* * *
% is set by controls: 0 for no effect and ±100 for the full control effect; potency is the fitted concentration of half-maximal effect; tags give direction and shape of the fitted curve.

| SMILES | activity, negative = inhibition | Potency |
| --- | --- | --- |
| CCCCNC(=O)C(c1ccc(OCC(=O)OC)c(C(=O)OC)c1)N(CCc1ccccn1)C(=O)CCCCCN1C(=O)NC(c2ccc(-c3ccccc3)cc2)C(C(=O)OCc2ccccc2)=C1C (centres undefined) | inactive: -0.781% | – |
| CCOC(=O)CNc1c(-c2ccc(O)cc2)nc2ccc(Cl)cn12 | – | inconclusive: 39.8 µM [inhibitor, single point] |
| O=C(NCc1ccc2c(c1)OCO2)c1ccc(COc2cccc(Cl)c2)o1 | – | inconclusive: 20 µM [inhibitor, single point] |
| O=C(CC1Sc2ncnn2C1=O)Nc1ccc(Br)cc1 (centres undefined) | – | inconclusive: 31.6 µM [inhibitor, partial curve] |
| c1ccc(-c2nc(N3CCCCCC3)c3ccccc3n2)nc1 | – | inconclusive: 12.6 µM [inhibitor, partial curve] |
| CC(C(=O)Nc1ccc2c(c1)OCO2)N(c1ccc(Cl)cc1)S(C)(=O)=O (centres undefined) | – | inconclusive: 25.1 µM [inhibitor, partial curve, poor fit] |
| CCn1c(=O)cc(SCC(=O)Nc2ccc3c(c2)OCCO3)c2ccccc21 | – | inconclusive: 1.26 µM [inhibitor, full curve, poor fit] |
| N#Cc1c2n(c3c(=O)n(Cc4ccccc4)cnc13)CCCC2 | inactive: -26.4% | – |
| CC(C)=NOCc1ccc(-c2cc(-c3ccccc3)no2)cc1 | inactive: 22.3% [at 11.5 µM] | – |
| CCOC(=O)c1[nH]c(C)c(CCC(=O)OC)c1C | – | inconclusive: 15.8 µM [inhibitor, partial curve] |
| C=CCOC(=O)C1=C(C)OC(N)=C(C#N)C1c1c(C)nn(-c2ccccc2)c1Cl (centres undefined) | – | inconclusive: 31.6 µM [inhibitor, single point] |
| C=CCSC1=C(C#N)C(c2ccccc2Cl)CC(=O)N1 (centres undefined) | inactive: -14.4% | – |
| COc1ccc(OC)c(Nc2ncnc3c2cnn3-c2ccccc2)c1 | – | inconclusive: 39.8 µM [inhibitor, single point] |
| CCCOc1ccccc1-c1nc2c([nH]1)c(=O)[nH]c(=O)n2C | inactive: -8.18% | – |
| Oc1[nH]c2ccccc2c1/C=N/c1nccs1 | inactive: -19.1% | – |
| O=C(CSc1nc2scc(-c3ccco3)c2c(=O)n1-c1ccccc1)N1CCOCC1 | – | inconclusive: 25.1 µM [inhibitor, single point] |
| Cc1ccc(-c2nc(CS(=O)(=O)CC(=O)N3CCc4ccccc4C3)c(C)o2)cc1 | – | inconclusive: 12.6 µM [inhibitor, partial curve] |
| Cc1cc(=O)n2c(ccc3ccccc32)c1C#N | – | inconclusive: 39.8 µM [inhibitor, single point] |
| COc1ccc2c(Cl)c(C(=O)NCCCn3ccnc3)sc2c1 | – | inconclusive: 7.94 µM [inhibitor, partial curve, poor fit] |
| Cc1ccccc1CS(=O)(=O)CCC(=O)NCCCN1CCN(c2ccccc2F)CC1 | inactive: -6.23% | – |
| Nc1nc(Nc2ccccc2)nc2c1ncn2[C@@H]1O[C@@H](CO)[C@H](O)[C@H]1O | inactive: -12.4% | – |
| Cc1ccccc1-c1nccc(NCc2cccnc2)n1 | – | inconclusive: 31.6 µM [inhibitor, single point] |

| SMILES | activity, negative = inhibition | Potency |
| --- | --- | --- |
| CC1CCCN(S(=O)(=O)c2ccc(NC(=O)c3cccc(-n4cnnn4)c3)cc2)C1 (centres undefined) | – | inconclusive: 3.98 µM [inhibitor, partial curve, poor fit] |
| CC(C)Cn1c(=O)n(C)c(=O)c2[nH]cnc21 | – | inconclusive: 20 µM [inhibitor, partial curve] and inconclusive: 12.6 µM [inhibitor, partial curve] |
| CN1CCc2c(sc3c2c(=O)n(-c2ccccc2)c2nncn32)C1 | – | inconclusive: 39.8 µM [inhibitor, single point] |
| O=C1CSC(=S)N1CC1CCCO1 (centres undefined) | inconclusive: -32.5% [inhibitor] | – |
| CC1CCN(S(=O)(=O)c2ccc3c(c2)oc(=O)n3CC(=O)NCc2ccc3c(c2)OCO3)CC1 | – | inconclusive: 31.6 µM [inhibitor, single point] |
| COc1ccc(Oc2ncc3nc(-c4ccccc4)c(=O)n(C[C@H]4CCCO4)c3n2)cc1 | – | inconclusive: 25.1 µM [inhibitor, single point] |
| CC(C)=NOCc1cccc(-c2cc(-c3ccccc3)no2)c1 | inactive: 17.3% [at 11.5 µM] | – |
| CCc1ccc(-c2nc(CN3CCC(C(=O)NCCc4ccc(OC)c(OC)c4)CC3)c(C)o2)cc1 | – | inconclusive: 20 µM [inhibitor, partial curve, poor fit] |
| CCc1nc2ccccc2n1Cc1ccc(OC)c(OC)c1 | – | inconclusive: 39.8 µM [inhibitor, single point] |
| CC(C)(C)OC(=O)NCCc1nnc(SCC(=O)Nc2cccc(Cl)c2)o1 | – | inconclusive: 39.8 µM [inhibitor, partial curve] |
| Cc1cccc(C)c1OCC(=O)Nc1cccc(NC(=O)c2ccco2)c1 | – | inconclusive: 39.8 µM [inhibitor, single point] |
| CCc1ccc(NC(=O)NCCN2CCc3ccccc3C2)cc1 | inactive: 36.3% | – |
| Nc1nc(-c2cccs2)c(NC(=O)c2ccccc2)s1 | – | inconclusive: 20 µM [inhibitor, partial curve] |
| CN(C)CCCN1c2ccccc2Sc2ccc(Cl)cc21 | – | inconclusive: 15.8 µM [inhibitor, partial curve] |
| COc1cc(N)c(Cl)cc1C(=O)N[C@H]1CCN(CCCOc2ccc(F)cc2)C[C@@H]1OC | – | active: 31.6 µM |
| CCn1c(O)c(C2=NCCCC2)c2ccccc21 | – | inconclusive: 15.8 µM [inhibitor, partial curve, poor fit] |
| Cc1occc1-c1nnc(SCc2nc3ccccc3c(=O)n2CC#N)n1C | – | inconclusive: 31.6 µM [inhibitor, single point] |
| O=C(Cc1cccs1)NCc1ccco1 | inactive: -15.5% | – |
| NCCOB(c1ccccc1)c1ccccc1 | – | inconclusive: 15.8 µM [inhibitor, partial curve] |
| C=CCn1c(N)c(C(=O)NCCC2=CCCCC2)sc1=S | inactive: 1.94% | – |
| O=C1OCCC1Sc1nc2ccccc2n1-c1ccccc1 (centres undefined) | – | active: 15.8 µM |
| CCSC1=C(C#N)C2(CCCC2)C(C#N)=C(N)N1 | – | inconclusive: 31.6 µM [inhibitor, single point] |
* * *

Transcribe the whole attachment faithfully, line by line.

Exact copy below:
% is set by controls: 0 for no effect and ±100 for the full control effect; potency is the fitted concentration of half-maximal effect; tags give direction and shape of the fitted curve.

| SMILES | activity, negative = inhibition | Potency |
| --- | --- | --- |
| CCCCNC(=O)C(c1ccc(OCC(=O)OC)c(C(=O)OC)c1)N(CCc1ccccn1)C(=O)CCCCCN1C(=O)NC(c2ccc(-c3ccccc3)cc2)C(C(=O)OCc2ccccc2)=C1C (centres undefined) | inactive: -0.781% | – |
| CCOC(=O)CNc1c(-c2ccc(O)cc2)nc2ccc(Cl)cn12 | – | inconclusive: 39.8 µM [inhibitor, single point] |
| O=C(NCc1ccc2c(c1)OCO2)c1ccc(COc2cccc(Cl)c2)o1 | – | inconclusive: 20 µM [inhibitor, single point] |
| O=C(CC1Sc2ncnn2C1=O)Nc1ccc(Br)cc1 (centres undefined) | – | inconclusive: 31.6 µM [inhibitor, partial curve] |
| c1ccc(-c2nc(N3CCCCCC3)c3ccccc3n2)nc1 | – | inconclusive: 12.6 µM [inhibitor, partial curve] |
| CC(C(=O)Nc1ccc2c(c1)OCO2)N(c1ccc(Cl)cc1)S(C)(=O)=O (centres undefined) | – | inconclusive: 25.1 µM [inhibitor, partial curve, poor fit] |
| CCn1c(=O)cc(SCC(=O)Nc2ccc3c(c2)OCCO3)c2ccccc21 | – | inconclusive: 1.26 µM [inhibitor, full curve, poor fit] |
| N#Cc1c2n(c3c(=O)n(Cc4ccccc4)cnc13)CCCC2 | inactive: -26.4% | – |
| CC(C)=NOCc1ccc(-c2cc(-c3ccccc3)no2)cc1 | inactive: 22.3% [at 11.5 µM] | – |
| CCOC(=O)c1[nH]c(C)c(CCC(=O)OC)c1C | – | inconclusive: 15.8 µM [inhibitor, partial curve] |
| C=CCOC(=O)C1=C(C)OC(N)=C(C#N)C1c1c(C)nn(-c2ccccc2)c1Cl (centres undefined) | – | inconclusive: 31.6 µM [inhibitor, single point] |
| C=CCSC1=C(C#N)C(c2ccccc2Cl)CC(=O)N1 (centres undefined) | inactive: -14.4% | – |
| COc1ccc(OC)c(Nc2ncnc3c2cnn3-c2ccccc2)c1 | – | inconclusive: 39.8 µM [inhibitor, single point] |
| CCCOc1ccccc1-c1nc2c([nH]1)c(=O)[nH]c(=O)n2C | inactive: -8.18% | – |
| Oc1[nH]c2ccccc2c1/C=N/c1nccs1 | inactive: -19.1% | – |
| O=C(CSc1nc2scc(-c3ccco3)c2c(=O)n1-c1ccccc1)N1CCOCC1 | – | inconclusive: 25.1 µM [inhibitor, single point] |
| Cc1ccc(-c2nc(CS(=O)(=O)CC(=O)N3CCc4ccccc4C3)c(C)o2)cc1 | – | inconclusive: 12.6 µM [inhibitor, partial curve] |
| Cc1cc(=O)n2c(ccc3ccccc32)c1C#N | – | inconclusive: 39.8 µM [inhibitor, single point] |
| COc1ccc2c(Cl)c(C(=O)NCCCn3ccnc3)sc2c1 | – | inconclusive: 7.94 µM [inhibitor, partial curve, poor fit] |
| Cc1ccccc1CS(=O)(=O)CCC(=O)NCCCN1CCN(c2ccccc2F)CC1 | inactive: -6.23% | – |
| Nc1nc(Nc2ccccc2)nc2c1ncn2[C@@H]1O[C@@H](CO)[C@H](O)[C@H]1O | inactive: -12.4% | – |
| Cc1ccccc1-c1nccc(NCc2cccnc2)n1 | – | inconclusive: 31.6 µM [inhibitor, single point] |

| SMILES | activity, negative = inhibition | Potency |
| --- | --- | --- |
| CC1CCCN(S(=O)(=O)c2ccc(NC(=O)c3cccc(-n4cnnn4)c3)cc2)C1 (centres undefined) | – | inconclusive: 3.98 µM [inhibitor, partial curve, poor fit] |
| CC(C)Cn1c(=O)n(C)c(=O)c2[nH]cnc21 | – | inconclusive: 20 µM [inhibitor, partial curve] and inconclusive: 12.6 µM [inhibitor, partial curve] |
| CN1CCc2c(sc3c2c(=O)n(-c2ccccc2)c2nncn32)C1 | – | inconclusive: 39.8 µM [inhibitor, single point] |
| O=C1CSC(=S)N1CC1CCCO1 (centres undefined) | inconclusive: -32.5% [inhibitor] | – |
| CC1CCN(S(=O)(=O)c2ccc3c(c2)oc(=O)n3CC(=O)NCc2ccc3c(c2)OCO3)CC1 | – | inconclusive: 31.6 µM [inhibitor, single point] |
| COc1ccc(Oc2ncc3nc(-c4ccccc4)c(=O)n(C[C@H]4CCCO4)c3n2)cc1 | – | inconclusive: 25.1 µM [inhibitor, single point] |
| CC(C)=NOCc1cccc(-c2cc(-c3ccccc3)no2)c1 | inactive: 17.3% [at 11.5 µM] | – |
| CCc1ccc(-c2nc(CN3CCC(C(=O)NCCc4ccc(OC)c(OC)c4)CC3)c(C)o2)cc1 | – | inconclusive: 20 µM [inhibitor, partial curve, poor fit] |
| CCc1nc2ccccc2n1Cc1ccc(OC)c(OC)c1 | – | inconclusive: 39.8 µM [inhibitor, single point] |
| CC(C)(C)OC(=O)NCCc1nnc(SCC(=O)Nc2cccc(Cl)c2)o1 | – | inconclusive: 39.8 µM [inhibitor, partial curve] |
| Cc1cccc(C)c1OCC(=O)Nc1cccc(NC(=O)c2ccco2)c1 | – | inconclusive: 39.8 µM [inhibitor, single point] |
| CCc1ccc(NC(=O)NCCN2CCc3ccccc3C2)cc1 | inactive: 36.3% | – |
| Nc1nc(-c2cccs2)c(NC(=O)c2ccccc2)s1 | – | inconclusive: 20 µM [inhibitor, partial curve] |
| CN(C)CCCN1c2ccccc2Sc2ccc(Cl)cc21 | – | inconclusive: 15.8 µM [inhibitor, partial curve] |
| COc1cc(N)c(Cl)cc1C(=O)N[C@H]1CCN(CCCOc2ccc(F)cc2)C[C@@H]1OC | – | active: 31.6 µM |
| CCn1c(O)c(C2=NCCCC2)c2ccccc21 | – | inconclusive: 15.8 µM [inhibitor, partial curve, poor fit] |
| Cc1occc1-c1nnc(SCc2nc3ccccc3c(=O)n2CC#N)n1C | – | inconclusive: 31.6 µM [inhibitor, single point] |
| O=C(Cc1cccs1)NCc1ccco1 | inactive: -15.5% | – |
| NCCOB(c1ccccc1)c1ccccc1 | – | inconclusive: 15.8 µM [inhibitor, partial curve] |
| C=CCn1c(N)c(C(=O)NCCC2=CCCCC2)sc1=S | inactive: 1.94% | – |
| O=C1OCCC1Sc1nc2ccccc2n1-c1ccccc1 (centres undefined) | – | active: 15.8 µM |
| CCSC1=C(C#N)C2(CCCC2)C(C#N)=C(N)N1 | – | inconclusive: 31.6 µM [inhibitor, single point] |